A.D. SHIPLEY, Plaintiff and Appellant, v. Daijiro SUGITA, Defendant and Respondent.
A.D. Shipley appeals from a judgment of dismissal. He claims his attorney's alleged misconduct excuses his failure to timely serve his complaint and summons under Code of Civil Procedure 1 section 583.210. We affirm.
On September 10, 1991, Shipley filed a complaint, in propria persona, for breach of contract against Daijiro Sugita, a citizen and resident of Japan.2 In October 1991, Sugita's attorney informed Shipley that service of the complaint and summons would require compliance with “the Hague Convention on the Service Abroad of Judicial and Extrajudicial Documents in Civil or Commercial Matters” (the Convention). (See § 413.10.) In November 1991, Shipley attempted to serve Sugita by mail. Because service by mail is not authorized by the Convention, the court declared service invalid. The court also rejected two subsequent efforts to serve Sugita by mail. On May 27, 1992, Shipley filed an amended complaint.3
In December 1992, Shipley retained Karen Anderson Ryer as his attorney. Shipley contends that Ryer informed him in February 1994 that Sugita had been properly served under the Convention. Thereafter, when Shipley asked Ryer for the proof of service, she claimed she had not yet received it from embassy officials. In December 1994, Shipley fired Ryer. When she refused to provide him with his case file, he filed allegations against her with the State Bar.
On September 5, 1995, Sugita moved to dismiss the civil complaint for failure of service under section 583.210. In October 1995, Ryer allegedly informed Shipley that Sugita had not in fact been properly served. Shipley apparently effected service in compliance with the Convention on December 25, 1995. Consequently, Sugita was served three years, two-hundred and twelve days after filing of the amended complaint. Sugita's motion to dismiss was granted on January 11, 1996.
Shipley contends the statutory period for service of the complaint and summons on Sugita should have been tolled during that period of time when he erroneously believed, based upon his own lawyer's false statements, that Sugita had been properly served. In order to address this contention, we must examine the relevant statutory scheme.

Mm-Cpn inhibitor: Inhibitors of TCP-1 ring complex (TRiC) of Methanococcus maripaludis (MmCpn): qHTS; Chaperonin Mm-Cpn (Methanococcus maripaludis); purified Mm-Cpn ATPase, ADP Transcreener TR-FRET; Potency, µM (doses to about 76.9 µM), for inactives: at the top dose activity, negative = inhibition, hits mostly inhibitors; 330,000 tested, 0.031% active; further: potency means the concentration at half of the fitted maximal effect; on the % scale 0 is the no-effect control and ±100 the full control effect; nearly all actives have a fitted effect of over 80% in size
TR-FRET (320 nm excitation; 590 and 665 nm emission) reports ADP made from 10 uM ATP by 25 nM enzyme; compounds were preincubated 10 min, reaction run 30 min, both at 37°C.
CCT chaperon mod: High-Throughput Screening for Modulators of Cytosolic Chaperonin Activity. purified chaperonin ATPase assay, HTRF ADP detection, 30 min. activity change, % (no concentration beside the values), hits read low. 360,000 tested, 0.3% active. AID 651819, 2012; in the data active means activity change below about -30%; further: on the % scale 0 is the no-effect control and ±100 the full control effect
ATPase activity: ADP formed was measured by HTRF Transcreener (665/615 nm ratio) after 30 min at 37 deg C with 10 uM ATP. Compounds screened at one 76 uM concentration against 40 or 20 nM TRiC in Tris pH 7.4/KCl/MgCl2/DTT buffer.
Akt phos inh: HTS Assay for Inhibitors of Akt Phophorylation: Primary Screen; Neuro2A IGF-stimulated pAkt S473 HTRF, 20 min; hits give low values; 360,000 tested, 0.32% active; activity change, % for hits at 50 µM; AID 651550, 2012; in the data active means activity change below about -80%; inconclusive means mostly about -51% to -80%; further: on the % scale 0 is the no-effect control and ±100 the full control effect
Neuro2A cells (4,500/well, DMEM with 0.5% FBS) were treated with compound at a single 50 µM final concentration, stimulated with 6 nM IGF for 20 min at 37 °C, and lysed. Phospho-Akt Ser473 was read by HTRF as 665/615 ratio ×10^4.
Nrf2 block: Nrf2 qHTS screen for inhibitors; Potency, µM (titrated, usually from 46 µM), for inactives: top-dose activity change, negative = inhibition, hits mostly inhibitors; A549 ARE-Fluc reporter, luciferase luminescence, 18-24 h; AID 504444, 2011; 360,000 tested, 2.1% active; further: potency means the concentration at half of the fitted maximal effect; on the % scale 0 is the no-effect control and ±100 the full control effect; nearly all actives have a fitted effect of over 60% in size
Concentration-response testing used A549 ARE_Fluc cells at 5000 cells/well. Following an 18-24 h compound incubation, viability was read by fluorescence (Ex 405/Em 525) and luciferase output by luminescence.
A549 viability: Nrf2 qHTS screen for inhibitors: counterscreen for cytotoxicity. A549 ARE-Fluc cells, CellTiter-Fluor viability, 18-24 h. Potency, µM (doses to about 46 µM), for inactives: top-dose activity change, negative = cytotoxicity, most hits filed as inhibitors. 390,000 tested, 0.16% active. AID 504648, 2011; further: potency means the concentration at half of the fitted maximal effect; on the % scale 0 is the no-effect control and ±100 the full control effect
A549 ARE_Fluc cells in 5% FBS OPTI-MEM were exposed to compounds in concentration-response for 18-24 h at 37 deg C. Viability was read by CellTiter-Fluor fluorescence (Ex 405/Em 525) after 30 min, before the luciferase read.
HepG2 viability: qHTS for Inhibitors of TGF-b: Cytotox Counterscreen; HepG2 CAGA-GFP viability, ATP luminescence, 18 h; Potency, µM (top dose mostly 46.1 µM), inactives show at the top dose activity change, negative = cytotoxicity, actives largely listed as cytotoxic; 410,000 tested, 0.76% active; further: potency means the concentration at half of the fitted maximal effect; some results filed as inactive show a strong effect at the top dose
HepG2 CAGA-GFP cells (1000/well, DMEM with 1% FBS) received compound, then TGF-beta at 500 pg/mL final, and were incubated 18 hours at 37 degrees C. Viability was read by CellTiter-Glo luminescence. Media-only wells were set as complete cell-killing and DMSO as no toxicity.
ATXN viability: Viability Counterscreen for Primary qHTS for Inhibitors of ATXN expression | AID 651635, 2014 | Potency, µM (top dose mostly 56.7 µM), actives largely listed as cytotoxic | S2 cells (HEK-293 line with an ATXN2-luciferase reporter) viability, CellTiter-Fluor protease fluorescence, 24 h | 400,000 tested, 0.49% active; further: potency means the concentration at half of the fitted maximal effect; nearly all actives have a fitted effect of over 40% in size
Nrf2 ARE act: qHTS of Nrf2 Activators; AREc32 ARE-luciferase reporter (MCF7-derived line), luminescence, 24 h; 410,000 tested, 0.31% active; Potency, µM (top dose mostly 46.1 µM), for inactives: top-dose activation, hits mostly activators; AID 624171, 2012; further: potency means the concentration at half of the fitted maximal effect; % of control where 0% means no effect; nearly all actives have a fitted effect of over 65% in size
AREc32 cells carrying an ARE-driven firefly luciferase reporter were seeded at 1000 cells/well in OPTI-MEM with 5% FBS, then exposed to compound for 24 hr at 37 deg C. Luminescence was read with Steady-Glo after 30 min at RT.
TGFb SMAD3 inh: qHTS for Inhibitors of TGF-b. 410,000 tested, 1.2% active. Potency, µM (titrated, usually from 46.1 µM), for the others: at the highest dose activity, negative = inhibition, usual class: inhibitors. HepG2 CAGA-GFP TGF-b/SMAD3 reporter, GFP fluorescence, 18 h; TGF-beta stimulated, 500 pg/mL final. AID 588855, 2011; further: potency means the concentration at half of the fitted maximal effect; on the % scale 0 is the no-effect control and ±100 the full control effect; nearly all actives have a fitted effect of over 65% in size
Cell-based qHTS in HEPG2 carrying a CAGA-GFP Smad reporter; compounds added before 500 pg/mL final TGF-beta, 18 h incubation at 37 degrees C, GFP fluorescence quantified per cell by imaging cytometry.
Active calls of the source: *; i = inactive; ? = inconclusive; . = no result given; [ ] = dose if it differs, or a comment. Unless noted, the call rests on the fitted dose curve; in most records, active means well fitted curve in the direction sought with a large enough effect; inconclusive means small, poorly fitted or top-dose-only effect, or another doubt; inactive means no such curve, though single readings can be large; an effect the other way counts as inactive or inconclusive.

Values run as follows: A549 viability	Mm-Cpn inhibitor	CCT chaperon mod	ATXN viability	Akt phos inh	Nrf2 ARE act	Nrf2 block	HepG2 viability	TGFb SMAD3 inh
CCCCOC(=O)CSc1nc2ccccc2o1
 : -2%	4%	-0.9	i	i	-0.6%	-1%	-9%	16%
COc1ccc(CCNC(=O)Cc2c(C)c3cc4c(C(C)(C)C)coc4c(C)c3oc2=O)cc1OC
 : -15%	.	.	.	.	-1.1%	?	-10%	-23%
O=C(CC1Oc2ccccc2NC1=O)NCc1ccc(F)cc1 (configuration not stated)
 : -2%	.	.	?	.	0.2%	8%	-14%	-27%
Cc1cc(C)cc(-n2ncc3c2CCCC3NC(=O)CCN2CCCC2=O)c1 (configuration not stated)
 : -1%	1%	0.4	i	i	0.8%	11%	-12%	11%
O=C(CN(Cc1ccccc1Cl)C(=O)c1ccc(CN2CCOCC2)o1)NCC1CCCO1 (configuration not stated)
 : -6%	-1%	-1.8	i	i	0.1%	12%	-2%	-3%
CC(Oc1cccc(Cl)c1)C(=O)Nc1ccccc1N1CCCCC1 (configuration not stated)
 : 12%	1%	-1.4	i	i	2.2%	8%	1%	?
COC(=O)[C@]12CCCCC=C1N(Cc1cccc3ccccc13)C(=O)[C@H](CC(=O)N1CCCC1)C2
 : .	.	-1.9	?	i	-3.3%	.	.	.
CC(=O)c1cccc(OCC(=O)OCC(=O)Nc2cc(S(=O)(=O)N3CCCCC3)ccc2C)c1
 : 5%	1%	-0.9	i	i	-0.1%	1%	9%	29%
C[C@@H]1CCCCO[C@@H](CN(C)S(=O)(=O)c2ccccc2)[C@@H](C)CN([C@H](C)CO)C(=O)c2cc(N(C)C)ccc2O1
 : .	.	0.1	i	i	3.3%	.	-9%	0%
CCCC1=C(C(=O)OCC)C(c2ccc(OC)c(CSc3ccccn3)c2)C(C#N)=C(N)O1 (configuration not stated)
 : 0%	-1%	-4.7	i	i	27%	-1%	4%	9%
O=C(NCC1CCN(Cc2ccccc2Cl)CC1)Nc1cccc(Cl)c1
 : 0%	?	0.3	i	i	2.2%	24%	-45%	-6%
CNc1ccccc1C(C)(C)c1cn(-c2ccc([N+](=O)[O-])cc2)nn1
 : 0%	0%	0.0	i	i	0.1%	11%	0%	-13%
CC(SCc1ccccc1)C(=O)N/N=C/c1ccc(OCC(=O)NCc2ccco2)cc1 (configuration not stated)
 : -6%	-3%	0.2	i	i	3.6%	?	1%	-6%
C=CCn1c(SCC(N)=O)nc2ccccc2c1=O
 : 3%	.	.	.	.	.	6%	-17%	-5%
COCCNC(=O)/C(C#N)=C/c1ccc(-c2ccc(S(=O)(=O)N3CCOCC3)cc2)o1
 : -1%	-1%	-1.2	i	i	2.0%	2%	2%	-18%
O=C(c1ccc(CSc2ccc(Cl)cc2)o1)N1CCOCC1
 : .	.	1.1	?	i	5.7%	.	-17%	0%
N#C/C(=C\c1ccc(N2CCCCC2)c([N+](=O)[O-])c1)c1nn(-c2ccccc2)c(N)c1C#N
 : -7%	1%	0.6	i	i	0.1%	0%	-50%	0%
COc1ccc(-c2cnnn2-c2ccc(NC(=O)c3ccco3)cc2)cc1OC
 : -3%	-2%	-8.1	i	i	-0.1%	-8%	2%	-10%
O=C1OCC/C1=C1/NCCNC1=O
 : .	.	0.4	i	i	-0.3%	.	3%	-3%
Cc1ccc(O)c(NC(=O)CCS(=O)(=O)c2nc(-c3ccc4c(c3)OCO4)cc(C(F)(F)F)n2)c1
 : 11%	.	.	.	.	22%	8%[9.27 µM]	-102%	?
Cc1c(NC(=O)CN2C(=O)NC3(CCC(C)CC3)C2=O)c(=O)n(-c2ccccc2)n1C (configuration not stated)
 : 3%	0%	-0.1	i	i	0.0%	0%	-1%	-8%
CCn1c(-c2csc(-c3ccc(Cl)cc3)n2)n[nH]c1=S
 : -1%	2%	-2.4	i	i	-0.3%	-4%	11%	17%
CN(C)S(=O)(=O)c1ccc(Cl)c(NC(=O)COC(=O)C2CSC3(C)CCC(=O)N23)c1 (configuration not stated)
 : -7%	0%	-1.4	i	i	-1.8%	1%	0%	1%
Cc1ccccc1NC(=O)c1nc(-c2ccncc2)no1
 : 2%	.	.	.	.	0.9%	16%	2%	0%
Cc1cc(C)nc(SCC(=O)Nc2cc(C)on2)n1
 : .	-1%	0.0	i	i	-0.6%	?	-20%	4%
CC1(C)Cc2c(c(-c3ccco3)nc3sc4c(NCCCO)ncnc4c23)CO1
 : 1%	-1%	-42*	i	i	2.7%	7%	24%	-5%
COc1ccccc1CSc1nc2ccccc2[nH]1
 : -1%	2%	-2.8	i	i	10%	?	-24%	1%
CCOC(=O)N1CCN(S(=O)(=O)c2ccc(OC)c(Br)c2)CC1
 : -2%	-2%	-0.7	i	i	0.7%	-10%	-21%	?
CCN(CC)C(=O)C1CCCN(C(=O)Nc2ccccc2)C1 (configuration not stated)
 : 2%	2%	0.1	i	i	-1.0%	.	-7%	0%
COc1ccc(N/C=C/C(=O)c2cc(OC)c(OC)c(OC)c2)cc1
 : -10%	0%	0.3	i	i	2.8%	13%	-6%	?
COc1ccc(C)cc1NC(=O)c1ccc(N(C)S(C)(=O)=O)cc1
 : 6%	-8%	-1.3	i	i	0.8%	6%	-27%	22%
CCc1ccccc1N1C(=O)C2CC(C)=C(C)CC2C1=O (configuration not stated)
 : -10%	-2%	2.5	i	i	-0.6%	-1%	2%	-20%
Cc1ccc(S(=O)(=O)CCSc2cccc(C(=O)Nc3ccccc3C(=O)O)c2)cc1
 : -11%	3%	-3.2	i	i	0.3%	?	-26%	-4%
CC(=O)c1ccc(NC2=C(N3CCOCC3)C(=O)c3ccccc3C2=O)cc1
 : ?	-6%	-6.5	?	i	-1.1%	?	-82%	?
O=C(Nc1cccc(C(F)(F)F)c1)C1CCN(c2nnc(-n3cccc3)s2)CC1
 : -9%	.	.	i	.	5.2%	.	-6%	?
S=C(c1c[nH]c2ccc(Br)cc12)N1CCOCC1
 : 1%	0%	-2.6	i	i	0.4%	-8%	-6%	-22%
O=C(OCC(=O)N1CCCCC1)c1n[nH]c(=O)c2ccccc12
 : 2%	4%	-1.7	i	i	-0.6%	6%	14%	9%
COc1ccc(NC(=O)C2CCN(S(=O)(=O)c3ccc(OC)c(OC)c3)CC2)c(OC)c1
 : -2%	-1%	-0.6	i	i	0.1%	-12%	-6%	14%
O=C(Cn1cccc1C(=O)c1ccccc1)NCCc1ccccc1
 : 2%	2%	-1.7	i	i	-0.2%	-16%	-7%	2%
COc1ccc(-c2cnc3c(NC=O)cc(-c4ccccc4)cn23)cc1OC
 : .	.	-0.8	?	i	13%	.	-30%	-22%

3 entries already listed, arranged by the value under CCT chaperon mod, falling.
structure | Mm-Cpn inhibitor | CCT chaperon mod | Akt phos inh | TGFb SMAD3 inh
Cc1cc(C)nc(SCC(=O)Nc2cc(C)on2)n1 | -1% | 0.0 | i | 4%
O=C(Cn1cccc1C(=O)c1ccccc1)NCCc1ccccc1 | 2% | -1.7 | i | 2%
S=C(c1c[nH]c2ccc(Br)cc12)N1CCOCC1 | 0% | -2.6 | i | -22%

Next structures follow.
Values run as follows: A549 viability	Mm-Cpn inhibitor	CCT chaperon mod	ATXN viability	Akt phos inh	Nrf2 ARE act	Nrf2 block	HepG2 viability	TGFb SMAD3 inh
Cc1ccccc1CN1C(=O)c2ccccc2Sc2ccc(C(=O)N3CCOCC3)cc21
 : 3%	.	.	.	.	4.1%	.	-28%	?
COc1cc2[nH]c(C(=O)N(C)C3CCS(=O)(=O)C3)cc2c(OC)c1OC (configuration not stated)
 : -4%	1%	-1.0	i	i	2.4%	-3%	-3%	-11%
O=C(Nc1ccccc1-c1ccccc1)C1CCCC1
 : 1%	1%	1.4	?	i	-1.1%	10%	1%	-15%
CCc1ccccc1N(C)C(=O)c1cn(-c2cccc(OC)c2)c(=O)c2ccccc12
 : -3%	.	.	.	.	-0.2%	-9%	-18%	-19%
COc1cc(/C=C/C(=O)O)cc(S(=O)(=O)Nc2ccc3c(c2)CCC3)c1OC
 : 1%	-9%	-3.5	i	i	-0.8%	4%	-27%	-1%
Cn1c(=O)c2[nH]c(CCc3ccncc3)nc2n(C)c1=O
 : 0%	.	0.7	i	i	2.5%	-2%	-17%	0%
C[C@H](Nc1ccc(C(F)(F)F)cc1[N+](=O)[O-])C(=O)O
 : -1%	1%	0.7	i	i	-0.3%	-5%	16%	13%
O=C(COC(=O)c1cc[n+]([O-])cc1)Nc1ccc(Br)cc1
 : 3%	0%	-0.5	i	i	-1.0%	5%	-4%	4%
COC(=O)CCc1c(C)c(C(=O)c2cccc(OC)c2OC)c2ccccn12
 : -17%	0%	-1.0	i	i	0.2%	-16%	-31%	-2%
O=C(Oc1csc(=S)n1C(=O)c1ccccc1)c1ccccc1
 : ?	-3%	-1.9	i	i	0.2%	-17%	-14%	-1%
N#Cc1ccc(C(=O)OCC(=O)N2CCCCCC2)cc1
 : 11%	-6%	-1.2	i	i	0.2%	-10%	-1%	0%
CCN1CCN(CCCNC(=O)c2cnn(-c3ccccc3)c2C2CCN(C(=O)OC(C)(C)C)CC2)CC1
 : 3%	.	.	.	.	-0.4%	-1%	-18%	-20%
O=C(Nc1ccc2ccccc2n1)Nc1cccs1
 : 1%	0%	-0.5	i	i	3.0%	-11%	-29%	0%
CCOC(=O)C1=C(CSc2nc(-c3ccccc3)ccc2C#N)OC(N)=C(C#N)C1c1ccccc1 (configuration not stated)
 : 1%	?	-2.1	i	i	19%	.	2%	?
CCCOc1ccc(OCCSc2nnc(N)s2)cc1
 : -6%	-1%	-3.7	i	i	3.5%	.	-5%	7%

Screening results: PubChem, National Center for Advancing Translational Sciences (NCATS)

Former sections 581a and 583 provided for the dismissal of civil actions for lack of diligent prosecution. These sections were designed to promote trial before evidence is lost or destroyed, protect defendants from the annoyance of actions that remain undecided indefinitely, and assist the courts in clearing crowded calendars. (17 Cal. Law Revision Com. Rep. (June 1983) pp. 909–910.) The policy behind these sections conflicts with the strong policy in favor of resolving litigation on the merits rather than on procedural grounds. Consequently, the courts developed various exceptions to the dismissal statutes. (Id. at p. 910.) To remedy this confusing confluence of case law and statute, the Legislature revised the statutory scheme in 1984 by repealing sections 581a and 583 and adding a series of new statutes. (Stats.1984, ch. 1705, §§ 3–5, pp. 6176–6180; see 17 Cal. Law Revision Com. Rep., supra, at p. 910; Letter to Governor Deukmejian from State Senator Keene re Sen. Bill No. 1366, Sept. 10, 1984.) By this legislation, chapter 1.5, consisting of four articles, was added to title 8, part 2 of the Code of Civil Procedure: (1) definitions and general provisions (§§ 583.110–583.160); (2) mandatory time for service of summons and complaint (§§ 583.210–583.250); (3) mandatory time for bringing action to trial or new trial (§§ 583.310–583.360); and (4) discretionary dismissal for delay (§§ 583.410–583.430).
Here, we are chiefly concerned with article 2, regarding the mandatory time for service on the defendant. Section 583.210 requires that the summons and complaint be served on the defendant within three years of the filing of the complaint. Section 583.250, subdivision (b) provides: “The requirements of this article are mandatory and are not subject to extension, excuse, or exception except as expressly provided by statute.” This subdivision was meant to clarify that the service requirement is mandatory, though not jurisdictional, and that the courts may not develop additional exceptions not provided for in the statutory scheme. (17 Cal. Law Revision Com. Rep., supra, at p. 912.) Thus, in order to prevail, Shipley must demonstrate that his circumstances fall within one or more of the statutory exceptions.